Exhibit B: this very article you’re reading. I suppose I could have finished it and then just put it in a digital drawer, never to be shared with the world. Perhaps the Internet would be a bit less boring then, but I think it would also be less honest. I decided to publish it not because I believe it’s terribly interesting or particularly original, but because I want to be able to look back on the archives one day and see my evolution, not only who I am, but how I got here. And I want anyone to be able to see that too. I believe there is value in the learning process.

If everything we read on the Internet were perfectly penned stories, interesting dilemmas and inquisitive posts, it’d be pretty intimidating to write. I find it extremely motivating to come across other people who, like me, are struggling to hone their craft. The fact that I can look back on some of those stories makes me relate, and it makes me a bit less scared to try new things. If being boring keeps you writing and helps you evolve, then by all means, be boring. So long as you keep trying, you’ll be OK. There’ll be plenty of time to ask the interesting questions later.

NOTE: This is not to say I don’t appreciate the excellent advice given in Scott’s article about writing and engaging your audience. It’s pretty good stuff, very helpful and I actually agree with most of it. We should always try to write interesting stuff, to tell a story that goes beyond the obvious. There needs to be a purpose to our writing, but we should give ourselves permission to fail every now and then. Even though it hurts, that’s the only way we’re ever going to learn.

Just keep writing, and tweaking. Try new things and challenge yourself. Get out of your comfort zone. You’ll fail, but that’s OK. The trick, as they say, is not minding that it hurts.

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Quote of the Day →

June 25, 2013 |

The great tragedy of Science: the slaying of a beautiful hypothesis by an ugly fact.

Thomas H. Huxley (1825 - 1895), English biologist

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I'm on a diet

June 25, 2013

My typical work day starts with me browsing through my RSS feed, looking for the most interesting items to read quickly before going on to work on more important stuff. I usually start with Daring Fireball and The Loop, because they make a pretty good job of gathering the most significant news of the day. Then, if something catches my eye, I will bookmark it and I’ll get back to it later in the day. The whole process often takes about 20 minutes.

I started doing this a few years ago, mainly because it’s a nice way to ease into my day, ramping up my mental cycles until I’m in the right mindset to get some work done. However, it’s also a very good way to stay on top of the things that are happening in the tech world, which I enjoy doing, and it serves as a good way to find source material for Analog Senses.

This approach has worked nicely for me for some time, but lately I’ve been reflecting on it and I’ve come to believe it is fundamentally flawed for several reasons.

After a regular 20-minute session of browsing through my feeds I may have come across one or two interesting items that I would like to comment here, but I keep finding that the right format for this type of commentary is usually through links. I will typically post a link to the source article with a paragraph or two of my own, along with a via to the place where I found the item. That’s all standard practice on the Internet. It’s a nice system and it works well, but it has an unfortunate side effect: it discourages original writing, or at the very least it does nothing to encourage it. That’s a problem for me.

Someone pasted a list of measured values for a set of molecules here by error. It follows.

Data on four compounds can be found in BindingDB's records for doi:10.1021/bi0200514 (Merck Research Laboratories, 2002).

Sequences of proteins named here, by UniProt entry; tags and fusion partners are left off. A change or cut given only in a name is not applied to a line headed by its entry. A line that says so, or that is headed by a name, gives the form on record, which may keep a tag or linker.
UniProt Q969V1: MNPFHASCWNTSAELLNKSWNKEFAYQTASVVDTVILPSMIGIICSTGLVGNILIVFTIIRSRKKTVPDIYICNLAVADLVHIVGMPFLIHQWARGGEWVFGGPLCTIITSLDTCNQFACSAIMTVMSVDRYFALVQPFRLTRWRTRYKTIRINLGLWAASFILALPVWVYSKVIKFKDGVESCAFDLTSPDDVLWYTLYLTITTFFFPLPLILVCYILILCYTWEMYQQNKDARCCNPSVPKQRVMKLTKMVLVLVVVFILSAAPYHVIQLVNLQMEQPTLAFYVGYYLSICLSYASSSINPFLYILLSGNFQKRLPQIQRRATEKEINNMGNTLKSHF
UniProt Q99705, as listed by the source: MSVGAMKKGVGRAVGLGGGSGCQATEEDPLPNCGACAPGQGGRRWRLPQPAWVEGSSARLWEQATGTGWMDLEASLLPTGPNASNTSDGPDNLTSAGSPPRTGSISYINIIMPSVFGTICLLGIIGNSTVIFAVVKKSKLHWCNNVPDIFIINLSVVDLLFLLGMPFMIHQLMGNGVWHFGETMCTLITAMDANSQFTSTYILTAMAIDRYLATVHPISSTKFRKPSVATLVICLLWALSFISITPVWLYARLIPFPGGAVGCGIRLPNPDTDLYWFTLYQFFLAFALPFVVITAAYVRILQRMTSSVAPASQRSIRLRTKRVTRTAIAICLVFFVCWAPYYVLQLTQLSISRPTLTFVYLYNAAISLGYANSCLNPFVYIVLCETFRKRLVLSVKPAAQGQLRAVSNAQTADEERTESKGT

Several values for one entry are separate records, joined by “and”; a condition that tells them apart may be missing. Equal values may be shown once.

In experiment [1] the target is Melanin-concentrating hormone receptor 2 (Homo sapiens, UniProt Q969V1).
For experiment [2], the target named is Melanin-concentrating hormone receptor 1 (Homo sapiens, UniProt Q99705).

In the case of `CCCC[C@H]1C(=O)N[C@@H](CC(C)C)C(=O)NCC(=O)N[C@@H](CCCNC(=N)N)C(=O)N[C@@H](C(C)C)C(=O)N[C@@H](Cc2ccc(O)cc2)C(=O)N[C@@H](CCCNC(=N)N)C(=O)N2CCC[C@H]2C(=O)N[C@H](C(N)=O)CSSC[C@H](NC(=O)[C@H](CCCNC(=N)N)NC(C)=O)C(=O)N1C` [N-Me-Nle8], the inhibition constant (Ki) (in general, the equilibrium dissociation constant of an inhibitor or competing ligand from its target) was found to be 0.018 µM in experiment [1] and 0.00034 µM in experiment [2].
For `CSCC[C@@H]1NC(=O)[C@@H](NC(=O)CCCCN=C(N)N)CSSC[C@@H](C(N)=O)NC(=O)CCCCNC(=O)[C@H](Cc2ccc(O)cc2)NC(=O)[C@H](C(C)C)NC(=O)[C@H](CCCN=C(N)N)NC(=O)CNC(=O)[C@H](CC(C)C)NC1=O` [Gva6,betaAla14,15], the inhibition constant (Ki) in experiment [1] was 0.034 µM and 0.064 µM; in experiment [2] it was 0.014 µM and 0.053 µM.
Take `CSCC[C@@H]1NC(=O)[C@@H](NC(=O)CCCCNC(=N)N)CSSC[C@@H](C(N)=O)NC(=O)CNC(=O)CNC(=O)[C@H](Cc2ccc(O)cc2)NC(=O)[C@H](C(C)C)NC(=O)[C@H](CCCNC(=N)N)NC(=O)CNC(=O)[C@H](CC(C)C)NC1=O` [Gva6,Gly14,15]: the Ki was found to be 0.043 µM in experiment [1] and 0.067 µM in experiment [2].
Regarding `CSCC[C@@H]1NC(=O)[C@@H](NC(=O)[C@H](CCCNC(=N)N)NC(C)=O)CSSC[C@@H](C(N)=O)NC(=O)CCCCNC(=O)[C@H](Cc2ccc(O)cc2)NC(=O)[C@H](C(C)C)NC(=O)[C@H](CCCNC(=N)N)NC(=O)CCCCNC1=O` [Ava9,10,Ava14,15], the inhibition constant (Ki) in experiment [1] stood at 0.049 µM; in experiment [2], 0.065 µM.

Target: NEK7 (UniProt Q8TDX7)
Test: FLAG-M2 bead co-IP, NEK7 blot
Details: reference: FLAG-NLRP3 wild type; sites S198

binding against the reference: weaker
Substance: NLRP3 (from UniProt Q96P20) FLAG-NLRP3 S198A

Perhaps it is just me, and many writers find their inspiration by reading through other people’s work, but my mental process is different. Instead of placing myself in a consuming state, I need to be in a creative frame of mind in order to be able to actually write something in my own words. I need to clear the air around me and hear the silence before my voice comes out, almost like a whisper at first, doubtful and unsure. Then, after a few minutes, I quickly pick up my confidence and my discourse starts resembling something coherent. And then all of a sudden, what do you know, I’m writing.

It’s a marvelous process, and one that makes me feel calm, collected, and at peace with myself. I just love writing.

And so I have come to the realization that reading and consuming information early in the morning is the wrong way to approach my days. Let this be an experiment: for the time being, I’m on a diet. Not a physical diet, mind you, but a digital one. I’m on a diet of information. I have found out I can’t reasonably keep up with all the news and blog posts every day without dedicating a disproportionate amount of time and attention to it. By the time I’ve covered everything I tend to be exhausted, and my mind is no longer in the appropriate state to write. And what’s more important: keeping up is not my job. I tried to do it out of fear of missing something cool that would have made for a good article, but that’s missing the point.

The more I think about it, the more I realize that this is what I started Analog Senses for in the first place. It was supposed to be a refuge from our every day burden of information. A place to take a step back, reflect and realize that all those sources of info, when not managed sensibly, can quickly become an issue. Well, they have become an issue for me, hence this post, and the change of plans.

From now on I will schedule my reading time toward the later part of my day. Once I’ve dealt with everything at work, I will dedicate a few minutes to find the most interesting items and send them to my Instapaper account, to be dealt with later on in the comfort of my own couch. My only purpose then will be to come up with something that I’d like to write about the next day, capture the gist of it in a sentence or two, a paragraph at the most, and then sleep on it. The day after, first thing in the morning and with a clear slate, I will revisit my own notes and try to turn them into something different.

I can’t be sure that this new system will work any better than the old one, but I’m excited to try it. I’ll let you know how it goes, but that’s a story for another day. And now, it’s time to work.